Like a school of fish or a flock of birds, computer robots can now organize themselves into a formation to achieve a specific goal – all without human involvement.
Harvard devised a swarm of self organizing Robots
Harvard University researchers devised a “swarm” of 1024 tiny robots that, “like a mechanical flash mob,” can assemble themselves into various shapes without requiring detailed instruction, a Wall Street Journal report noted.
To enlighten robots with a kind of “hive intelligence,” Dr. Michael Rubenstein and his research colleagues developed a computer algorithm allowing a very large group of robots to locate each other and collaborate on a task without detailed human involvement or instructions.
“No one had really built a swarm of this size before, where everyone works together to achieve a goal,” Rubenstein was quoted as saying. “It could automatically change shape to adapt to the task at hand. “You could have them build other robots out of themselves.”
Robots building other robots and self multiplying is the stuff of science fiction movies, the reality is just a single command, beamed to all robots simultaneously, sets in motion a process where the machines organize themselves and each participant plays a role.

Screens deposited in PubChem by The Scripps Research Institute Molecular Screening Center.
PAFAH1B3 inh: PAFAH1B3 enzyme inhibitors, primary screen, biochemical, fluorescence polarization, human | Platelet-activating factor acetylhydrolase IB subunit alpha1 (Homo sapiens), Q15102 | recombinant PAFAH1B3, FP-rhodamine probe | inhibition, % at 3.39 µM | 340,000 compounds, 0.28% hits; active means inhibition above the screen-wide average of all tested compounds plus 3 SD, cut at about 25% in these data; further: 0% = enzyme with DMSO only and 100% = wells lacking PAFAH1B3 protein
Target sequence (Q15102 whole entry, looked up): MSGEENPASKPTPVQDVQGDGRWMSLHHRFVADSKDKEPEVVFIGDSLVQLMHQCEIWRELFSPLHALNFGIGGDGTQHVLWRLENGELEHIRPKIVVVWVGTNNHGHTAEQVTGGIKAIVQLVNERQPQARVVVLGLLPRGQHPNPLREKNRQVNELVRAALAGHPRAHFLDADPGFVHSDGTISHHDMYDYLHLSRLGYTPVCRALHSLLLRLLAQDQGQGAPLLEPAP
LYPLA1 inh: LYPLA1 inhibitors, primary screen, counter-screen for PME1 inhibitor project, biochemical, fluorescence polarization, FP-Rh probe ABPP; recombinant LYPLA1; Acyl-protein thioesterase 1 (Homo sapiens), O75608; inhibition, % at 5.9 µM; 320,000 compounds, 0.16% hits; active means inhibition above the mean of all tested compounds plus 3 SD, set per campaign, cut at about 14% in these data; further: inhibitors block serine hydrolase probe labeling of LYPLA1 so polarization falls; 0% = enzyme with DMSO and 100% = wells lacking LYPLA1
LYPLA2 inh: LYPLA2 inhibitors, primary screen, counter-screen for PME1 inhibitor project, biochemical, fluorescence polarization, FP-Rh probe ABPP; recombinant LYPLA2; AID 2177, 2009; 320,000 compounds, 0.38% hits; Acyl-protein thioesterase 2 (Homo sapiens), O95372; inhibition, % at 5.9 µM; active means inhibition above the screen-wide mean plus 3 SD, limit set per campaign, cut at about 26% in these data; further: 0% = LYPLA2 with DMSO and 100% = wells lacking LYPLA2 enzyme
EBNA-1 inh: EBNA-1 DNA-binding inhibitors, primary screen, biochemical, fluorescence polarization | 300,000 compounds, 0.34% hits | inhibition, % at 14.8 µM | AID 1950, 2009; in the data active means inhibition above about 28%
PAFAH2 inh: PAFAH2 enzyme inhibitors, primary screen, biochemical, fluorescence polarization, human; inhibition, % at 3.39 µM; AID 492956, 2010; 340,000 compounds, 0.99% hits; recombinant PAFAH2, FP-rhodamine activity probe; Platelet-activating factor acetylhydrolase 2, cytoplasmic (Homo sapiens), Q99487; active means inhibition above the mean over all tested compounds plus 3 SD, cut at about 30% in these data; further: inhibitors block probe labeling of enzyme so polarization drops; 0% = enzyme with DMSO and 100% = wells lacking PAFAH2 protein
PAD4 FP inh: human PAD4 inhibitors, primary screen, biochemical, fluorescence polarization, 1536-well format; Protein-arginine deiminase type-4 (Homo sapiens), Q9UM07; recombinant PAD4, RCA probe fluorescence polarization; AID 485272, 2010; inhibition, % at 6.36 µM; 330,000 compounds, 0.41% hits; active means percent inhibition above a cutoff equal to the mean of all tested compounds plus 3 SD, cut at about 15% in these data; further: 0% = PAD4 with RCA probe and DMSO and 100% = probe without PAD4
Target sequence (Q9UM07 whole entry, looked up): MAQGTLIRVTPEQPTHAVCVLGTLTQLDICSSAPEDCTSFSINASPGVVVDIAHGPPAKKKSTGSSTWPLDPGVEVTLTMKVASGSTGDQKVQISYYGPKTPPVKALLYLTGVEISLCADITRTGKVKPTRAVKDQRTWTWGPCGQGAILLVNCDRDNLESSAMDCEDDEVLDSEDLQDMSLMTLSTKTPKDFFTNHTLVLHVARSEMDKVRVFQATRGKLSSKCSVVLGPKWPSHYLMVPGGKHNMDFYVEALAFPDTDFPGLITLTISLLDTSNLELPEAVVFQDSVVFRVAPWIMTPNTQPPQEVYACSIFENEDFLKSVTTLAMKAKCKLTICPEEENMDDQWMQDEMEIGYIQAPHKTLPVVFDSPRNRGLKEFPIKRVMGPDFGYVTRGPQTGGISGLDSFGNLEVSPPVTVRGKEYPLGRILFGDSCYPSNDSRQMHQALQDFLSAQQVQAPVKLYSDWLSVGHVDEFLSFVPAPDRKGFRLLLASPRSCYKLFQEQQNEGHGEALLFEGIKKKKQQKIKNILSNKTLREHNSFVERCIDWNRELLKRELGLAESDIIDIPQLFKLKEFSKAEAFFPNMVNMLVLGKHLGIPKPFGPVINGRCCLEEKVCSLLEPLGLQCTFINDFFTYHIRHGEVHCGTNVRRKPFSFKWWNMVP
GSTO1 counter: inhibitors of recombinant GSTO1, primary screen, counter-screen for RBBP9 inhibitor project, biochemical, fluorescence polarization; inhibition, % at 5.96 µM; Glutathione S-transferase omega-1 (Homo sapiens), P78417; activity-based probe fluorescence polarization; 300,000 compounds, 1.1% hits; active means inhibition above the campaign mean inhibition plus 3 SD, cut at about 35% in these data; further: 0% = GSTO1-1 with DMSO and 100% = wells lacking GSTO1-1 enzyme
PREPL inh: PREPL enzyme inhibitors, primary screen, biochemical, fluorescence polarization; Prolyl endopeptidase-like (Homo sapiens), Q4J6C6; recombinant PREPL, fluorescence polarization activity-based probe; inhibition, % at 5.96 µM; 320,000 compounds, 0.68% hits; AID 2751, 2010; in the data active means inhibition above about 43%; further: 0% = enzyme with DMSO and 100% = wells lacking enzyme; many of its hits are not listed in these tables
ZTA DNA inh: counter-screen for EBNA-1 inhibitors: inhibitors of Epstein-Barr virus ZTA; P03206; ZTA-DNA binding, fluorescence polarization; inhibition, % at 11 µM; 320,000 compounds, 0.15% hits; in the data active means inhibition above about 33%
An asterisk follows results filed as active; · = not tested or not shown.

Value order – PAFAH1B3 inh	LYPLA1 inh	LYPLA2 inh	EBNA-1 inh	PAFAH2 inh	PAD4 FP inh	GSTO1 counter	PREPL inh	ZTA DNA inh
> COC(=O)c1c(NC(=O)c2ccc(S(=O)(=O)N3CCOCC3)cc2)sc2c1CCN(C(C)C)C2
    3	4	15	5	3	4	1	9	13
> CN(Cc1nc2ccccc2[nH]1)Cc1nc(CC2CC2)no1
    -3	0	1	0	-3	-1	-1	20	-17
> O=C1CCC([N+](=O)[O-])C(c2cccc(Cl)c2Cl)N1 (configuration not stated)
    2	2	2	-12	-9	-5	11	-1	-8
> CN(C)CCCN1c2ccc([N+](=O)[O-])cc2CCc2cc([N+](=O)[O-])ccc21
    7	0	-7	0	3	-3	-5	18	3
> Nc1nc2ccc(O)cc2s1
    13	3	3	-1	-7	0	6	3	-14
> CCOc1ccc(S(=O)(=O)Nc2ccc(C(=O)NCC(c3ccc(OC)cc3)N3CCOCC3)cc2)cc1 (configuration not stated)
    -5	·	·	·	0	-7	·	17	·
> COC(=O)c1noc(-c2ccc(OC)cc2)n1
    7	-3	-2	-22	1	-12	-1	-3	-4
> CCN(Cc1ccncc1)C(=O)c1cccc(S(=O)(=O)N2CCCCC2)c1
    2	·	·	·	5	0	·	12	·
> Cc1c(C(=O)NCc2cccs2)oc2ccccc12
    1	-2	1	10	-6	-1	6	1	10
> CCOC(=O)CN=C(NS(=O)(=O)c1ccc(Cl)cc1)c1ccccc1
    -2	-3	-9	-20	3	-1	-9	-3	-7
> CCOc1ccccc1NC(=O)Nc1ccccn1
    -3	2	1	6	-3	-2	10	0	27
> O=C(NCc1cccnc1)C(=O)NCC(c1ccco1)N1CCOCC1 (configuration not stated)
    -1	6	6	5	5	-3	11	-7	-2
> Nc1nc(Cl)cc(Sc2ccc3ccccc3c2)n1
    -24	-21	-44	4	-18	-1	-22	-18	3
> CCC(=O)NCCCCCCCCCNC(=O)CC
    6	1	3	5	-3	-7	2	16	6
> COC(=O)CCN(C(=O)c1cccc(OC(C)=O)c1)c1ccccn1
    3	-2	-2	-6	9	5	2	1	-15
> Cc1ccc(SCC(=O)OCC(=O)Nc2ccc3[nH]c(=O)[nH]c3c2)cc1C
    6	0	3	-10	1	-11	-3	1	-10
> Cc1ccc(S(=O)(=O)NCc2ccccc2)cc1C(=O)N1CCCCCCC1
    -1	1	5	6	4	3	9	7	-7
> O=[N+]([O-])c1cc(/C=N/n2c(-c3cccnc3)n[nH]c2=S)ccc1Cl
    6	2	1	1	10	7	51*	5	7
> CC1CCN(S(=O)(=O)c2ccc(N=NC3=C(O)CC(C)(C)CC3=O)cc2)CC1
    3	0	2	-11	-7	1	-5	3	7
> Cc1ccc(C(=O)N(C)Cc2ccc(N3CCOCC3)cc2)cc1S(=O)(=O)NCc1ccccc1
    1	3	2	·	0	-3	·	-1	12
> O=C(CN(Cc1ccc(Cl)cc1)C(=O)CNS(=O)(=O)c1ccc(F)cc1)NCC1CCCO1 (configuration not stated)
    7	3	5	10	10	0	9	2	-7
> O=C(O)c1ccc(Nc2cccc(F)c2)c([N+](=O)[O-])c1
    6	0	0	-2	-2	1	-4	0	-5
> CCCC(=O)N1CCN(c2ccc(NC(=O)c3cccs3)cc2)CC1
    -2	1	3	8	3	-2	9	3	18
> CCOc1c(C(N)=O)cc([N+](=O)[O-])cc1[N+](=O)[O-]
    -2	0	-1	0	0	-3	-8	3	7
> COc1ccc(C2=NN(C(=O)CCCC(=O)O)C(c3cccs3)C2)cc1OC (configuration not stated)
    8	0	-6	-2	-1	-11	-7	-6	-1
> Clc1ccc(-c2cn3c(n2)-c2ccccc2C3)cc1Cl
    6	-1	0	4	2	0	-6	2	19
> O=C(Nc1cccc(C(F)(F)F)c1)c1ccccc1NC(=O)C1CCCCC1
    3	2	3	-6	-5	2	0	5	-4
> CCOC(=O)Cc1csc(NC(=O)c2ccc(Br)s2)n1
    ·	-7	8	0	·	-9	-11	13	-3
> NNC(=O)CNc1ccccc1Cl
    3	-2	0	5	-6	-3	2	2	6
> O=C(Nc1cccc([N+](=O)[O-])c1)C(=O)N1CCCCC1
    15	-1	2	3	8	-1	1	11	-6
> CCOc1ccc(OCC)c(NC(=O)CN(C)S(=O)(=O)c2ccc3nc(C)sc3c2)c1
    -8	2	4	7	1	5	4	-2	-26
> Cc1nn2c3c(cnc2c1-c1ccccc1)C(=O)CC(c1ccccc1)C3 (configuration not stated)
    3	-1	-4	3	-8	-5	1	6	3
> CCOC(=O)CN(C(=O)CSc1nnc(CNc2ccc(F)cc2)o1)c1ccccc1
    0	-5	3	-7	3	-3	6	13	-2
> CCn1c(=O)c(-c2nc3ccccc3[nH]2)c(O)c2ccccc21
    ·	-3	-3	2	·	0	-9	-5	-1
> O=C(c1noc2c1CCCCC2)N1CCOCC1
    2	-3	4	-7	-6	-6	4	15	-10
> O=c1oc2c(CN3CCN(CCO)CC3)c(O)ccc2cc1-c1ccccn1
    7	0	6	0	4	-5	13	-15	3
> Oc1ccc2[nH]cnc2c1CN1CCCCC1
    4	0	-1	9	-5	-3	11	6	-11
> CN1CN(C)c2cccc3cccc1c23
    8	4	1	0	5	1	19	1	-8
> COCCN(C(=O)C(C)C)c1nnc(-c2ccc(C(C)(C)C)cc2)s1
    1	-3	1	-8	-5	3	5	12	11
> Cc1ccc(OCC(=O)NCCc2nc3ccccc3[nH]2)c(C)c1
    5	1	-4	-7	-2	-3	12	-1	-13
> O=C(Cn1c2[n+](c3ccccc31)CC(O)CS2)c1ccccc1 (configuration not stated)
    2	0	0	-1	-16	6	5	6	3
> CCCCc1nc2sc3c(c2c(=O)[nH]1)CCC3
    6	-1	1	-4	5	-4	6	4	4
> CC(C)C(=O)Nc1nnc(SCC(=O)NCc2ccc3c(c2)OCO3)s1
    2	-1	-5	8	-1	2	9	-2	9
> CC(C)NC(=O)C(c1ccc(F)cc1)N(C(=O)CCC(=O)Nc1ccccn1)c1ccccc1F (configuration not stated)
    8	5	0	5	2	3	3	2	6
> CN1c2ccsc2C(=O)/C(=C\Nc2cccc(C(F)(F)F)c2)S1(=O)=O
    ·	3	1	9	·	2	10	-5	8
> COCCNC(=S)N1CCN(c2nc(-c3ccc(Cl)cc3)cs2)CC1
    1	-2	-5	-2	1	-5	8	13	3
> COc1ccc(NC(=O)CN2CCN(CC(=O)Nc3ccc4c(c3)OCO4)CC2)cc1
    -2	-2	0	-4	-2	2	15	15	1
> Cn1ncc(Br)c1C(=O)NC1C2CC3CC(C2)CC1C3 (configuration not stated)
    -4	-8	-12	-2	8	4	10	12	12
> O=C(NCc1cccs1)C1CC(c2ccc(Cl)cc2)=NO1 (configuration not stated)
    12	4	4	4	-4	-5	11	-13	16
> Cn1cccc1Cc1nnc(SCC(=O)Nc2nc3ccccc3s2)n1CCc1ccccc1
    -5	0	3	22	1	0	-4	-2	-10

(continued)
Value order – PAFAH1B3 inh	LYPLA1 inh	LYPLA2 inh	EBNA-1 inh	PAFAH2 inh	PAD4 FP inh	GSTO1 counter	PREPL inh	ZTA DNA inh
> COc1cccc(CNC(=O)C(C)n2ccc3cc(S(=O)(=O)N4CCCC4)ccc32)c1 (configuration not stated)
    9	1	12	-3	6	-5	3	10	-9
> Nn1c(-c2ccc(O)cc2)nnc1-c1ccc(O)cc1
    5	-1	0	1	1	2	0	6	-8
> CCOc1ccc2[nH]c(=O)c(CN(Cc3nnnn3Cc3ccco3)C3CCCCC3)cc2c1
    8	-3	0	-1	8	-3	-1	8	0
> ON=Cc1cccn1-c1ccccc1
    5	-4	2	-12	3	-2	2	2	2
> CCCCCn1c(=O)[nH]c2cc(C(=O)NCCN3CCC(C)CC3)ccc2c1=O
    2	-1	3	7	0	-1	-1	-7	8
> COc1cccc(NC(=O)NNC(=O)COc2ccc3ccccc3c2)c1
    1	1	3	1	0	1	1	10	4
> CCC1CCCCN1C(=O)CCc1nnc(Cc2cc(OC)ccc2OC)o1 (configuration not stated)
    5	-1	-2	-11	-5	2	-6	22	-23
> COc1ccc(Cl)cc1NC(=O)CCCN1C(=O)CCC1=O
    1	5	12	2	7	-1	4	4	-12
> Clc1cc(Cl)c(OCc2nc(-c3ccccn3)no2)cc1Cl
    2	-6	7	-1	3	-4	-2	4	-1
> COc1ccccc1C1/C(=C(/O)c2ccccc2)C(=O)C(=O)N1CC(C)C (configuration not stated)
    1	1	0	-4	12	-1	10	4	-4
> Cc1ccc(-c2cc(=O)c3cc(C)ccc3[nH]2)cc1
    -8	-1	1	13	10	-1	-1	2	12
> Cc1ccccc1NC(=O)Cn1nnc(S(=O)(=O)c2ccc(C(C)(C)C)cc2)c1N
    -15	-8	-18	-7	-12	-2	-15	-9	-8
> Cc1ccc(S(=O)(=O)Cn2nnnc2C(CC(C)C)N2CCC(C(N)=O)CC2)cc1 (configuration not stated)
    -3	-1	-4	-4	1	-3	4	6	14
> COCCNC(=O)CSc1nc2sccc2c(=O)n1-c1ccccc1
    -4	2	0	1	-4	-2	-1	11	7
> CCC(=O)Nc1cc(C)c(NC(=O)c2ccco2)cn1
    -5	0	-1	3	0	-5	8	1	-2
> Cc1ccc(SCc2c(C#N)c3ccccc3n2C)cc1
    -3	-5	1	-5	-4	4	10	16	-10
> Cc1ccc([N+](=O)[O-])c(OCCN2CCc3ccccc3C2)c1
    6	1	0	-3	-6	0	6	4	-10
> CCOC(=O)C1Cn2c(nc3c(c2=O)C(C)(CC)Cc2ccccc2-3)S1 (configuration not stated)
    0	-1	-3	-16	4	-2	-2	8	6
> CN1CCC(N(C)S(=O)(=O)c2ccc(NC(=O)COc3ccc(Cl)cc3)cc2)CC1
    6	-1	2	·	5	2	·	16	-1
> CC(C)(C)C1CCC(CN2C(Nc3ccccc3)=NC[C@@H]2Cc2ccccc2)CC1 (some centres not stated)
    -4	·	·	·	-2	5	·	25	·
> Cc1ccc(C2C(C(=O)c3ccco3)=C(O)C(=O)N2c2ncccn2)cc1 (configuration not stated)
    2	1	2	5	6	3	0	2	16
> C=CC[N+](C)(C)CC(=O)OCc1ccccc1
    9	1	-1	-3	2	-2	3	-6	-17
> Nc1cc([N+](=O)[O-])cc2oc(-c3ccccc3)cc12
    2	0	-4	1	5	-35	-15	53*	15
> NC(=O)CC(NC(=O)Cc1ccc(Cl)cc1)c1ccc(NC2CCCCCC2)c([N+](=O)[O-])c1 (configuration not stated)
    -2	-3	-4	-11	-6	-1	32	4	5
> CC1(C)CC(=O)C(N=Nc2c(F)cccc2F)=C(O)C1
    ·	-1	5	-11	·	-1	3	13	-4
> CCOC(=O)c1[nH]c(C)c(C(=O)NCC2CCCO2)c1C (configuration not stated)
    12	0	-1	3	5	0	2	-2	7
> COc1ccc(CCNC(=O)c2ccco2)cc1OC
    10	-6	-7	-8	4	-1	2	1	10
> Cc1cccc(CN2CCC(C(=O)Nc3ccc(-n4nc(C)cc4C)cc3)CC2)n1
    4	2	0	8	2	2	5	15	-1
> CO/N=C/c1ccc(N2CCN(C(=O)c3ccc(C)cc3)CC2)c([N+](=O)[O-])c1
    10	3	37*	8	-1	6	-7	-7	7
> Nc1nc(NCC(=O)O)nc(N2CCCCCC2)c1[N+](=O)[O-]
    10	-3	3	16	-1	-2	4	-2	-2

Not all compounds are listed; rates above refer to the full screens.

Self organizing Robots given three primary bits of intelligence for task completion
To accomplish these tasks, each robot is given three primary bits of intelligence: how to maintain a sense for its relative position in the group; how to follow the edge of a group; and how to track the robot’s distance from where it started.
From these informational building blocks the computer brains, the size of approximately a penny in this experiment, create a system similar to driver ants, who live together in colonies of 20 million or more. While the ants are blind and don’t overtly have a leader giving instructions, they worth together to find food and are directed by chemical signals, smell and touch – all with a team spirit hard wired into their genetic code.
In a similar fashion, robots can communicate to one another, have an awareness of their surroundings, including the location of other robots in a formation.
“The beauty of biological systems is that they are elegantly simple and yet, in large numbers, accomplish the seemingly impossible,” Harvard computer scientist Radhika Nagpal, who worked on the project, was quoted as saying.
The report said the relatively new experiment one day may aid in oil spill cleanups, deep-sea ventures, military surveillance and planetary exploration. The report did not mention the use for security in repressing a domestic population or any of the realistic negative consequences.